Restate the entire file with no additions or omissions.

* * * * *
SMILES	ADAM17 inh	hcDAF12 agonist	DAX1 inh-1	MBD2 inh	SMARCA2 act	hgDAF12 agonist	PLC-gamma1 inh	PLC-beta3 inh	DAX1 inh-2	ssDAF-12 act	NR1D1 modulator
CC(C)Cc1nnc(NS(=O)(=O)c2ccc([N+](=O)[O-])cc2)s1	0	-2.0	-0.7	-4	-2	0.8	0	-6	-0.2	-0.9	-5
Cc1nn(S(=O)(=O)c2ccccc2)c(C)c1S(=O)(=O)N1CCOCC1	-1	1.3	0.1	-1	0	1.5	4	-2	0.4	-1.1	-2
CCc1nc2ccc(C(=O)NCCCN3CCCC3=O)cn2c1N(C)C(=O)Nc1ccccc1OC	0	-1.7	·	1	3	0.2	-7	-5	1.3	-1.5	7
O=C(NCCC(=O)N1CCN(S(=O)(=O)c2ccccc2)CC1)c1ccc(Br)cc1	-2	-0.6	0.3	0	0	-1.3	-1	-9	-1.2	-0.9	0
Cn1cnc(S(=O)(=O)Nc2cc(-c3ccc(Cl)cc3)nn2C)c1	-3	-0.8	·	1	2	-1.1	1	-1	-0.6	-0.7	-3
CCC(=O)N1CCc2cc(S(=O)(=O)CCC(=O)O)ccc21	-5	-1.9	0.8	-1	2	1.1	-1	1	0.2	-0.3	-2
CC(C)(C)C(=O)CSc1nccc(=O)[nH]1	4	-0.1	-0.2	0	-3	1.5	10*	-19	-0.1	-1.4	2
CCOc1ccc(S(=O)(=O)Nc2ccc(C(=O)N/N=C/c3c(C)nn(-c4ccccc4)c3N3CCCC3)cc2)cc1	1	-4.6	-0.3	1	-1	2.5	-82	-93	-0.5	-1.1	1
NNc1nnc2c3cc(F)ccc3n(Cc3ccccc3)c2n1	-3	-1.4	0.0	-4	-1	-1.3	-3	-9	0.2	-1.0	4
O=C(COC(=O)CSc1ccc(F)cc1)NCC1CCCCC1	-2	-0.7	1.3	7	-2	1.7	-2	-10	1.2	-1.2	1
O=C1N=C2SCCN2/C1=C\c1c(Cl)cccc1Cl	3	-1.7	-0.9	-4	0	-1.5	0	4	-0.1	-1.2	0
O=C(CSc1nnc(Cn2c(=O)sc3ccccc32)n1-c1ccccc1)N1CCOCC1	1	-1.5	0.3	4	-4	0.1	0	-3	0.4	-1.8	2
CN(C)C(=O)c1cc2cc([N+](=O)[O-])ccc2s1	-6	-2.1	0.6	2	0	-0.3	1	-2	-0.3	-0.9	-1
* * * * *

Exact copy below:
SMILES	ADAM17 inh	hcDAF12 agonist	DAX1 inh-1	MBD2 inh	SMARCA2 act	hgDAF12 agonist	PLC-gamma1 inh	PLC-beta3 inh	DAX1 inh-2	ssDAF-12 act	NR1D1 modulator
CC(C)Cc1nnc(NS(=O)(=O)c2ccc([N+](=O)[O-])cc2)s1	0	-2.0	-0.7	-4	-2	0.8	0	-6	-0.2	-0.9	-5
Cc1nn(S(=O)(=O)c2ccccc2)c(C)c1S(=O)(=O)N1CCOCC1	-1	1.3	0.1	-1	0	1.5	4	-2	0.4	-1.1	-2
CCc1nc2ccc(C(=O)NCCCN3CCCC3=O)cn2c1N(C)C(=O)Nc1ccccc1OC	0	-1.7	·	1	3	0.2	-7	-5	1.3	-1.5	7
O=C(NCCC(=O)N1CCN(S(=O)(=O)c2ccccc2)CC1)c1ccc(Br)cc1	-2	-0.6	0.3	0	0	-1.3	-1	-9	-1.2	-0.9	0
Cn1cnc(S(=O)(=O)Nc2cc(-c3ccc(Cl)cc3)nn2C)c1	-3	-0.8	·	1	2	-1.1	1	-1	-0.6	-0.7	-3
CCC(=O)N1CCc2cc(S(=O)(=O)CCC(=O)O)ccc21	-5	-1.9	0.8	-1	2	1.1	-1	1	0.2	-0.3	-2
CC(C)(C)C(=O)CSc1nccc(=O)[nH]1	4	-0.1	-0.2	0	-3	1.5	10*	-19	-0.1	-1.4	2
CCOc1ccc(S(=O)(=O)Nc2ccc(C(=O)N/N=C/c3c(C)nn(-c4ccccc4)c3N3CCCC3)cc2)cc1	1	-4.6	-0.3	1	-1	2.5	-82	-93	-0.5	-1.1	1
NNc1nnc2c3cc(F)ccc3n(Cc3ccccc3)c2n1	-3	-1.4	0.0	-4	-1	-1.3	-3	-9	0.2	-1.0	4
O=C(COC(=O)CSc1ccc(F)cc1)NCC1CCCCC1	-2	-0.7	1.3	7	-2	1.7	-2	-10	1.2	-1.2	1
O=C1N=C2SCCN2/C1=C\c1c(Cl)cccc1Cl	3	-1.7	-0.9	-4	0	-1.5	0	4	-0.1	-1.2	0
O=C(CSc1nnc(Cn2c(=O)sc3ccccc32)n1-c1ccccc1)N1CCOCC1	1	-1.5	0.3	4	-4	0.1	0	-3	0.4	-1.8	2
CN(C)C(=O)c1cc2cc([N+](=O)[O-])ccc2s1	-6	-2.1	0.6	2	0	-0.3	1	-2	-0.3	-0.9	-1